Well if you didn’t know, it’s that time of year again; yes, you can now vote for your favorite DJs in the 2013 DJ Mag “Top 100 DJs” list. Surely, you’ve been hammering their website and placing your bets…
It’s crazy to think that this poll has been running since 1997, but has only been based on public vote since 2010, especially when you consider that Armin van Buuren has been the top DJ five times since 2007 (and the likes of Tiesto, Paul Oakenfold, and Paul van Dyk all being multiple winners). Truthfully, we’ve only known about the voting because our Twitter timelines have featured DJs saying things like “hey, here’s the link, but don’t vote for me” in a number of humorous ways (or even just daring to be different and voting for Pedro). I guess they figured Armin would win again, or they wouldn’t be able to crack the house/trance stranglehold that’s placed atop the list, so why bother? Especially when we’re a year removed from DJ Mag having to report about scandals involving votes being sold on eBay. Yes, that happened. And it’s happening again.
Gareth Emery took to his Facebook page to let the world know that he received a call saying he should ante up to be on the same playing field as his peers in terms of getting the word out:
“Just took a bizarre unsolicited phone call from a publicity company who help DJs promote themselves for the Top 100 poll, who told me I should be aware one of my ‘competitors’ (as she put it) was spending $15,000 on Twitter advertising alone, and unless I got on that sort of level, I would find it ‘hard to compete’. Obviously not going to say who the DJ was, but I was nearly sick in my mouth.”
How disgusting is that? We can all assume that this kind of thing happens, but truth be told, it could just be a way for random entities to shoehorn in on the EDM game and squeeze whatever funds they can get during this competitive season. It begs the question: If people will be that brazen to call you and implore you to step up, how many DJs are that naive/gullible to take the bait and pony up whatever the “publicity company” is asking for? We actually like Gareth’s next bit:
“So here’s an alternative Top 100 message: Don’t vote for me. Seriously, when you buy a ticket to see me in a club, I consider that a vote. When you blast my music in your car, or share it on Facebook, or tell your friends about it, that’s a vote too. Those votes, and the amazing support you’ve shown over the last year, is what matters to me.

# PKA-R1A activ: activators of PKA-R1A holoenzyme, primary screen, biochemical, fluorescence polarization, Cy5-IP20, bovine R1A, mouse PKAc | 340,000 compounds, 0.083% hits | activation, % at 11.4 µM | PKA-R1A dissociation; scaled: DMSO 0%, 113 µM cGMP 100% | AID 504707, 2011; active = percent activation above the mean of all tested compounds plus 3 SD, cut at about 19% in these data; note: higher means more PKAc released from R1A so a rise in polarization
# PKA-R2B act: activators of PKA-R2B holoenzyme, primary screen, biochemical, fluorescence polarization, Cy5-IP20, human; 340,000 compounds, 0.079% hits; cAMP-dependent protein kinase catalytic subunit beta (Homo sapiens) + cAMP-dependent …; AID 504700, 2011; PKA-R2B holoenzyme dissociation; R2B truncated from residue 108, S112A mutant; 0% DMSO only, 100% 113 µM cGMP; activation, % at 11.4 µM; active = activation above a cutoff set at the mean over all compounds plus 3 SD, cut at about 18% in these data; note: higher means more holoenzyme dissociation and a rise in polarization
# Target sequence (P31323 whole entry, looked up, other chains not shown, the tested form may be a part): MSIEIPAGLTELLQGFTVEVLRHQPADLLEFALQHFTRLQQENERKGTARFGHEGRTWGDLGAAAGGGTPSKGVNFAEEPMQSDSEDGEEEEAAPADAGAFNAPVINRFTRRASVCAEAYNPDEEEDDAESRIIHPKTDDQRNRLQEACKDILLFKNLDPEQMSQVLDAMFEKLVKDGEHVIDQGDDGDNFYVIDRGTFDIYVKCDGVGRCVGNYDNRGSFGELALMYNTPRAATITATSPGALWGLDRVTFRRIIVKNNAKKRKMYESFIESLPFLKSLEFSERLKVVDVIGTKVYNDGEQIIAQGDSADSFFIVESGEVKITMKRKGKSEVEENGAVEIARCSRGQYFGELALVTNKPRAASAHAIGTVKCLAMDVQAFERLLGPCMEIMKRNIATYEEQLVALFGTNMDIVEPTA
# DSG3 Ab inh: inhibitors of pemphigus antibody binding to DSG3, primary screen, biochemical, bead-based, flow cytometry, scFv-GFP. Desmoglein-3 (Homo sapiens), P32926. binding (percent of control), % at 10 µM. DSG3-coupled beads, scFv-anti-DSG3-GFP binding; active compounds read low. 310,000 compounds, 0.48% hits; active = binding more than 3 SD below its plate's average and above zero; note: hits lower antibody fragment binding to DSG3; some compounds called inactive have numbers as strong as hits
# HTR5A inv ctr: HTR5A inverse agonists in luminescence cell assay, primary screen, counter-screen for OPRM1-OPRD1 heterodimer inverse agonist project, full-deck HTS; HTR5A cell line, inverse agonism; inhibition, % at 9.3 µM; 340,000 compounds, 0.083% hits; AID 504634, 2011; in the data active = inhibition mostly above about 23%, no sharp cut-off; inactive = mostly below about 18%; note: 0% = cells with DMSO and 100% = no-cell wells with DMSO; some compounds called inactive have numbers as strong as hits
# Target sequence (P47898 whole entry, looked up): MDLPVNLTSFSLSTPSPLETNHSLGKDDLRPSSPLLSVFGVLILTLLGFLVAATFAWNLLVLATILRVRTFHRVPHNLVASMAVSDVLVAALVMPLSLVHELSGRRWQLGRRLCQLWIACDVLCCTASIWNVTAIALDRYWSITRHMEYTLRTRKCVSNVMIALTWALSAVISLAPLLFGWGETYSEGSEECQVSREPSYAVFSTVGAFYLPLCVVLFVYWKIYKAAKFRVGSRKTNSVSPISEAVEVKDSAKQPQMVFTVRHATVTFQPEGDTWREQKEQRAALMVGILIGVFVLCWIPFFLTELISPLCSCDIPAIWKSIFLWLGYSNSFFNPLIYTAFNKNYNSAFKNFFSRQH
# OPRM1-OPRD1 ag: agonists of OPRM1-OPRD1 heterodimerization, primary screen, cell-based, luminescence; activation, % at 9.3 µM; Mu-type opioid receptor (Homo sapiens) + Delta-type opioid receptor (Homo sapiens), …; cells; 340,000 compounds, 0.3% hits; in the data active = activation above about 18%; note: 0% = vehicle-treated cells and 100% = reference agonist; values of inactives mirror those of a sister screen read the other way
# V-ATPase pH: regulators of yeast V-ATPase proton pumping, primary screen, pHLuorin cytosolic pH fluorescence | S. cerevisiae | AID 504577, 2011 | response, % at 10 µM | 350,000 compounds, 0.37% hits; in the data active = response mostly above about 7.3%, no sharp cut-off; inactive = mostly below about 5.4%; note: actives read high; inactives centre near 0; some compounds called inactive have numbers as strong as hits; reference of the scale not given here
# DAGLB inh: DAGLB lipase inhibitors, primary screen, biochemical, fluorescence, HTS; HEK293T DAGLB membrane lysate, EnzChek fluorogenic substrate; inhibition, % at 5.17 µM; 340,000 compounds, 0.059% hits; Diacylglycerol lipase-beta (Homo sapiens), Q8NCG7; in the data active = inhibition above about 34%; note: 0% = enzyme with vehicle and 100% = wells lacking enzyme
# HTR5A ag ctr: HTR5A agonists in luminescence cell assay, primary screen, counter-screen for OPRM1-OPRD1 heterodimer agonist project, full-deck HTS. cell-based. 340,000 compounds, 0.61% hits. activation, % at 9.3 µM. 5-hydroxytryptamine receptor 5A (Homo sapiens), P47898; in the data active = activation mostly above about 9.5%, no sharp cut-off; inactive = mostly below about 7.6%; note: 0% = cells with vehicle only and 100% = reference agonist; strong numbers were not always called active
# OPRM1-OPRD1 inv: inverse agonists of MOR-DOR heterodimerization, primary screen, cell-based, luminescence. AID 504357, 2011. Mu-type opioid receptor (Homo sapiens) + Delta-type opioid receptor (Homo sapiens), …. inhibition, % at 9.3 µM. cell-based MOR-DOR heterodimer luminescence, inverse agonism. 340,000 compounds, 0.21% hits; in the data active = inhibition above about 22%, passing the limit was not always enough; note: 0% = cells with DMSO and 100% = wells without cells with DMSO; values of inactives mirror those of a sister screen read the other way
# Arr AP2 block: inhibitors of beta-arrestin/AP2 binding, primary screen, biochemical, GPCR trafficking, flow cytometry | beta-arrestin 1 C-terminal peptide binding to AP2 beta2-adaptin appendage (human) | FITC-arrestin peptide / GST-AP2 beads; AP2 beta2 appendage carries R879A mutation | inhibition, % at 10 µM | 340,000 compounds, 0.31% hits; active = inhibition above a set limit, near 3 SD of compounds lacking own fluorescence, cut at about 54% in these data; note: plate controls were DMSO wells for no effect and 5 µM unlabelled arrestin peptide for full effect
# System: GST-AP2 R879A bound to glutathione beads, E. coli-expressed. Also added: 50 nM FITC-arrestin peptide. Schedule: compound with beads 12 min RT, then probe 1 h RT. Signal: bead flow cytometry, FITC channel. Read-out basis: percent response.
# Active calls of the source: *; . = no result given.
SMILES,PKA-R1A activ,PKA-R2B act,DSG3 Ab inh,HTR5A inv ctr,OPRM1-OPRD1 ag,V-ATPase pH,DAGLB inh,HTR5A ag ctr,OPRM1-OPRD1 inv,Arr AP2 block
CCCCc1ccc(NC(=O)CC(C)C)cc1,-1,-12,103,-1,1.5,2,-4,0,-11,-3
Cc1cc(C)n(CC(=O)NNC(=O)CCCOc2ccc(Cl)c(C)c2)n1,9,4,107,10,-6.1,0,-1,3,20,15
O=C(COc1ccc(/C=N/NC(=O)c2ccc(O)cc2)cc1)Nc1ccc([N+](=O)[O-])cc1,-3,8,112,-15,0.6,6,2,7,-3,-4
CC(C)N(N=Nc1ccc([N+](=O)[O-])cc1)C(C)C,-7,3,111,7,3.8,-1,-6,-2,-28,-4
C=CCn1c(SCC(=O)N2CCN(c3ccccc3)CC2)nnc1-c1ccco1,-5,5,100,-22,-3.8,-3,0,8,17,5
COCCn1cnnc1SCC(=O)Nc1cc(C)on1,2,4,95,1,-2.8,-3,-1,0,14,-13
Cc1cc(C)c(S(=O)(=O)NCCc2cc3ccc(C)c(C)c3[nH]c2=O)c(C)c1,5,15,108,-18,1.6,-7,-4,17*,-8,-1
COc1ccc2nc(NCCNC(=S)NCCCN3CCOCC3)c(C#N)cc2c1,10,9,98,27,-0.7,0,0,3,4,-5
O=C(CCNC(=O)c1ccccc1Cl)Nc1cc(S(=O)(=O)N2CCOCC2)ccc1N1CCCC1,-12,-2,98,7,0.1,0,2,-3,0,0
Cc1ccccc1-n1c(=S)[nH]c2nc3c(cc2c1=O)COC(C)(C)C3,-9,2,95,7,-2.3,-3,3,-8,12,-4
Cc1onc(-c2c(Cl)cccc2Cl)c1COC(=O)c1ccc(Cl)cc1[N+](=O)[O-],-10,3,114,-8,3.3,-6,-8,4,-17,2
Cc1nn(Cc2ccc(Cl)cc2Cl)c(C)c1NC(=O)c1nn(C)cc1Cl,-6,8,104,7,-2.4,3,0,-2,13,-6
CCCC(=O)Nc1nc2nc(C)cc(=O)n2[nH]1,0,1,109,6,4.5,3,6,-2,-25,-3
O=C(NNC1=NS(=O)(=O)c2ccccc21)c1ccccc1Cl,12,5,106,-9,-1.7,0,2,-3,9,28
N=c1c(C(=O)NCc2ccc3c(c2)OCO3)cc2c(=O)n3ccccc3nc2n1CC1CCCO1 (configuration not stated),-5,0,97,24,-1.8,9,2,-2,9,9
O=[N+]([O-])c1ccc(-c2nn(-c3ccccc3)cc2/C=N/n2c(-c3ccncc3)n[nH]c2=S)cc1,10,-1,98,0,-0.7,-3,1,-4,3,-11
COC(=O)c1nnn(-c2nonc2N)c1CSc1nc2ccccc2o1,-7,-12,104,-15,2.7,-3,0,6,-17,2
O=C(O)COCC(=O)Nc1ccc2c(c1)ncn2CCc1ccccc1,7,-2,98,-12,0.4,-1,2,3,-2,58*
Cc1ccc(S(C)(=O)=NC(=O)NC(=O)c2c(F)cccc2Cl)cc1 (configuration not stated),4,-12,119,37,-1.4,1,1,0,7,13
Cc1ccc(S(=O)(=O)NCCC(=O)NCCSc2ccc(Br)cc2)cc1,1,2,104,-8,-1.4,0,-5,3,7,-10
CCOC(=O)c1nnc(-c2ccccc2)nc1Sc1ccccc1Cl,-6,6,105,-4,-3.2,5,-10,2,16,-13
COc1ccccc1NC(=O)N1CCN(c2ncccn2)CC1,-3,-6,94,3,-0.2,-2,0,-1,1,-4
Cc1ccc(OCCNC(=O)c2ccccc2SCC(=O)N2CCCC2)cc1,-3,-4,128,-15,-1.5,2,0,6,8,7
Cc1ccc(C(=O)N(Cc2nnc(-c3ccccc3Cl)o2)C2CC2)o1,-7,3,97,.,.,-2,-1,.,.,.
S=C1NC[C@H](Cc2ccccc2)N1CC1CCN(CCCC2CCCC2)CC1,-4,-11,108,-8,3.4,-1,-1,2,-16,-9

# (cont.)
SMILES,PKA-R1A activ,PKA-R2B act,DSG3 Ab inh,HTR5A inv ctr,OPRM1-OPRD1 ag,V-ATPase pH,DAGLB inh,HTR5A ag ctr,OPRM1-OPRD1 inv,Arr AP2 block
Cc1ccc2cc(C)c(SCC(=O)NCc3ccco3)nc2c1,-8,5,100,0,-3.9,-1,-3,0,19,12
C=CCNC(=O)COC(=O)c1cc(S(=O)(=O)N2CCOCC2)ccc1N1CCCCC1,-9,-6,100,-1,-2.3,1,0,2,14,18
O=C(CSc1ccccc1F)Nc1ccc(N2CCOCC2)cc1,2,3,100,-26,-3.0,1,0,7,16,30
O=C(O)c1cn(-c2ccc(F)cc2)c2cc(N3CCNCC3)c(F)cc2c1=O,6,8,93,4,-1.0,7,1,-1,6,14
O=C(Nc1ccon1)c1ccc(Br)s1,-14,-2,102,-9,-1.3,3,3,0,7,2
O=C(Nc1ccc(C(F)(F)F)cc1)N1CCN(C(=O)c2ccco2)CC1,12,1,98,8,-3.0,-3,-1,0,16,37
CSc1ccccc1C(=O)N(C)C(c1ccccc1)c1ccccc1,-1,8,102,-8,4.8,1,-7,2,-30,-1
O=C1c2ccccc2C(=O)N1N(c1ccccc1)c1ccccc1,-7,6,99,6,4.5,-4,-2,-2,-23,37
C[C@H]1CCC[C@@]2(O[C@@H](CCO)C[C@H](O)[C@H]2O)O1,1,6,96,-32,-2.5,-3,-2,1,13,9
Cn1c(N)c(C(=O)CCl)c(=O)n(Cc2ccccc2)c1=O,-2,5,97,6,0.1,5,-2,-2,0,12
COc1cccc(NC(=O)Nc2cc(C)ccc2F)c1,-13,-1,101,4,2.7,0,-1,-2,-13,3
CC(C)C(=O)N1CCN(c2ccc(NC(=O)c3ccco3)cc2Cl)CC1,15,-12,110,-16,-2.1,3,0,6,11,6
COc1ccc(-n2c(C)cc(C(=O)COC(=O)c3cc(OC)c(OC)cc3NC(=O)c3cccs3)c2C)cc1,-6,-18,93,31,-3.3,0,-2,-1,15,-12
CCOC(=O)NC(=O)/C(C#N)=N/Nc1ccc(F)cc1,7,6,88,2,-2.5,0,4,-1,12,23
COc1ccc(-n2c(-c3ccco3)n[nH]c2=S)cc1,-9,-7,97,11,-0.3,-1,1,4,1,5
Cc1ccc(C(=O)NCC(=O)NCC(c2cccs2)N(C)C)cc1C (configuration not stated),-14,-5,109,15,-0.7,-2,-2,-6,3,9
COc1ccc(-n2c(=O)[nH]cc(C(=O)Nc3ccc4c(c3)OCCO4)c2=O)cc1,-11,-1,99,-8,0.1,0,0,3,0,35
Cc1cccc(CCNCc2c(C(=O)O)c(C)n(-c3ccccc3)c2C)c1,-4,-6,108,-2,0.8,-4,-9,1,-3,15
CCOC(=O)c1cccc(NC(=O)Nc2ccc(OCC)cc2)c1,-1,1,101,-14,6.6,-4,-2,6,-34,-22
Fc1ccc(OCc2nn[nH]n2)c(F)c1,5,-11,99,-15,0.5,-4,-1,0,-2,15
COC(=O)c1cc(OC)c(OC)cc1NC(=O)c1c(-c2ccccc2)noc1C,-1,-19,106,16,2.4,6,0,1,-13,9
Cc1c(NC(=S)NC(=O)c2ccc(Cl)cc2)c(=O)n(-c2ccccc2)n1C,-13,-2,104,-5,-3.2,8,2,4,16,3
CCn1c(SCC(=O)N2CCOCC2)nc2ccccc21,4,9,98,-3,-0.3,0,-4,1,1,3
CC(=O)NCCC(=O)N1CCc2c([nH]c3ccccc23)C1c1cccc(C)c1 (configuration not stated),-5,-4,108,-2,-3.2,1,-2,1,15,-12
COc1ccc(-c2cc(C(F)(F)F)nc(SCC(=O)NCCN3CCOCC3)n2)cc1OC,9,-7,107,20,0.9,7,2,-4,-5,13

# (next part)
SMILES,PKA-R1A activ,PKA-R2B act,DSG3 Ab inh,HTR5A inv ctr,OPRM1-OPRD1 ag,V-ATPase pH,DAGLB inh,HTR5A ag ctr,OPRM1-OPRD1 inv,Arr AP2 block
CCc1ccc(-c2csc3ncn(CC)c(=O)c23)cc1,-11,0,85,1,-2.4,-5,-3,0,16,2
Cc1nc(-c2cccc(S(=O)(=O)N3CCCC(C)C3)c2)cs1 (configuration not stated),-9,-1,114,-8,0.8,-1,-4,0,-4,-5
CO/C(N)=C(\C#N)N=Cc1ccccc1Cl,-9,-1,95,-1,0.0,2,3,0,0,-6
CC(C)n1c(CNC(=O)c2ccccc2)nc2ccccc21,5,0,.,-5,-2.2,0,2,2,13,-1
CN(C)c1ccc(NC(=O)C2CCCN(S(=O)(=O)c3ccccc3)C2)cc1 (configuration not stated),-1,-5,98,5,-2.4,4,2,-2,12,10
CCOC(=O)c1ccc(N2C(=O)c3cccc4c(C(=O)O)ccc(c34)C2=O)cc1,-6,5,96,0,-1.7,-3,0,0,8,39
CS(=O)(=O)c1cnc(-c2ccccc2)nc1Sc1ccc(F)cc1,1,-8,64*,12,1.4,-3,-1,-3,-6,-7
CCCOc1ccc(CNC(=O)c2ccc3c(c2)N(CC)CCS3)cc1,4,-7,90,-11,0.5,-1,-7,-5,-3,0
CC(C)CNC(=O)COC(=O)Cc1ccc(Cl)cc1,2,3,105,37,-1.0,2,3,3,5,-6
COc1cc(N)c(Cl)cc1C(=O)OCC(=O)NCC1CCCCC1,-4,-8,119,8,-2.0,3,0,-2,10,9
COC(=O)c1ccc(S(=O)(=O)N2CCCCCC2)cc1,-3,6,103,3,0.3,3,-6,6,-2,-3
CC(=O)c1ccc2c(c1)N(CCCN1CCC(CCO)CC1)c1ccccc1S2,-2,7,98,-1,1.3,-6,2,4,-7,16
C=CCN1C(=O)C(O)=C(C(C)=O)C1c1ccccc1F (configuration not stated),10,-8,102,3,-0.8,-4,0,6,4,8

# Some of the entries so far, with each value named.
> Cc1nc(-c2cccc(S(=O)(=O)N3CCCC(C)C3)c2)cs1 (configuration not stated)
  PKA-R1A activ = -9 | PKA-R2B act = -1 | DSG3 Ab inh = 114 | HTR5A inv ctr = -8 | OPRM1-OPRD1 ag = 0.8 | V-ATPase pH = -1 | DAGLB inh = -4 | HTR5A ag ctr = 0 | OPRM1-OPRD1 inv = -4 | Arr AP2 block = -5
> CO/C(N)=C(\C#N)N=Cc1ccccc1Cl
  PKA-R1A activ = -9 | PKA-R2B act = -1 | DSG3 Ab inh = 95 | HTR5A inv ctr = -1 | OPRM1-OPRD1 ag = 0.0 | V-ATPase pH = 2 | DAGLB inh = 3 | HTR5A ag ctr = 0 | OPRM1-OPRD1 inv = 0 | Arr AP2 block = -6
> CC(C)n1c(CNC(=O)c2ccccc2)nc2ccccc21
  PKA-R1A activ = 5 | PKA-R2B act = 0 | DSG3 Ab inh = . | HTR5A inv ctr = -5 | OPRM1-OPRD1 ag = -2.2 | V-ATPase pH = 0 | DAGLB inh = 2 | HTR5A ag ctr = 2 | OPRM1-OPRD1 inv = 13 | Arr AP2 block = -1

If you did plan on voting for me, give that vote instead to the DJs you see spending their money on promoted tweets, sponsored stories, banner adverts, rebranded twitter pages, etc. If they care that much about their number, just let them have it.
In return for your non-votes, rather than spend an amount on a campaign that would probably buy a school in Africa, I am going to donate the same amount to charity, and maybe some good can come out of this.”
DAD actually received an email blast from UMEK that blended a call for votes with some concrete honesty:
“For years now the guys from my office have been banging their heads against the wall in an effort to come up with numerous creative ways to ask fans to vote for me. Everything but a simple »can you please vote for me?«
Does life really has to be always complicated?
And I’m noticing this is the case with most of my fellow DJs. In a way we all want to be rebels and pretend we don’t give a shit about how we rank on this semi-official list of who’s who in the industry. But if I’m being completely honest – I want to be on this list and I want to be on it as high as possible. There shouldn’t be any shame in admitting that. The ranking doesn’t influence my number of bookings, nor the price I can charge for my performance. It’s just an ego trip and let’s face it – we all like it. Some of DJs out there like it so much, they go too far with it by hiring Indian companies, pay hackers and do all kinds of twisted stuff (like getting the president of your country to make a public announcement hehehe) to get a few places higher. And then at the same time pretend to ignore the results once they come out. But in the end everyone of us awaits that moment at ADE, when the magazine announces the results.
So fuck it – if you like what I do, show me support, if you like what Guetta does, vote for him, if you fancy how Paris Hilton turns those »cute little buttons on that mixer thingy«, vote for her. It doesn’t matter what others say. DJ Mag made their way into creating a benchmark for dance music and although with all the subtle and not so subtle campaigns, sometimes the whole thing really looks like a beauty pageant, it means something to me and my fellow performers to see our names among the great 100.”
We can’t hate on that. DJing is as much of an art as it’s been a competition, and now that the business of EDM is on the rise, they’re competing for bookings and, ultimately, for the dollars of the ravers out there hoping to secure guaranteed bang(s) for their buck. And while we’re fine with the act of ranking, we’re definitely not about buying into the tops of the list.
After all of this, the question still remains: does the DJ Mag “Top 100 DJs” list even matter? Do you feel that the list is tainted because of the prior scandals and the attempts of corrupting the 2013 list so far? Do you even vote for your favorite DJ(s) on this list? Have you ever looked at the list as a proper gauge of what’s going on in the dance music scene, for good or ill? Let us know.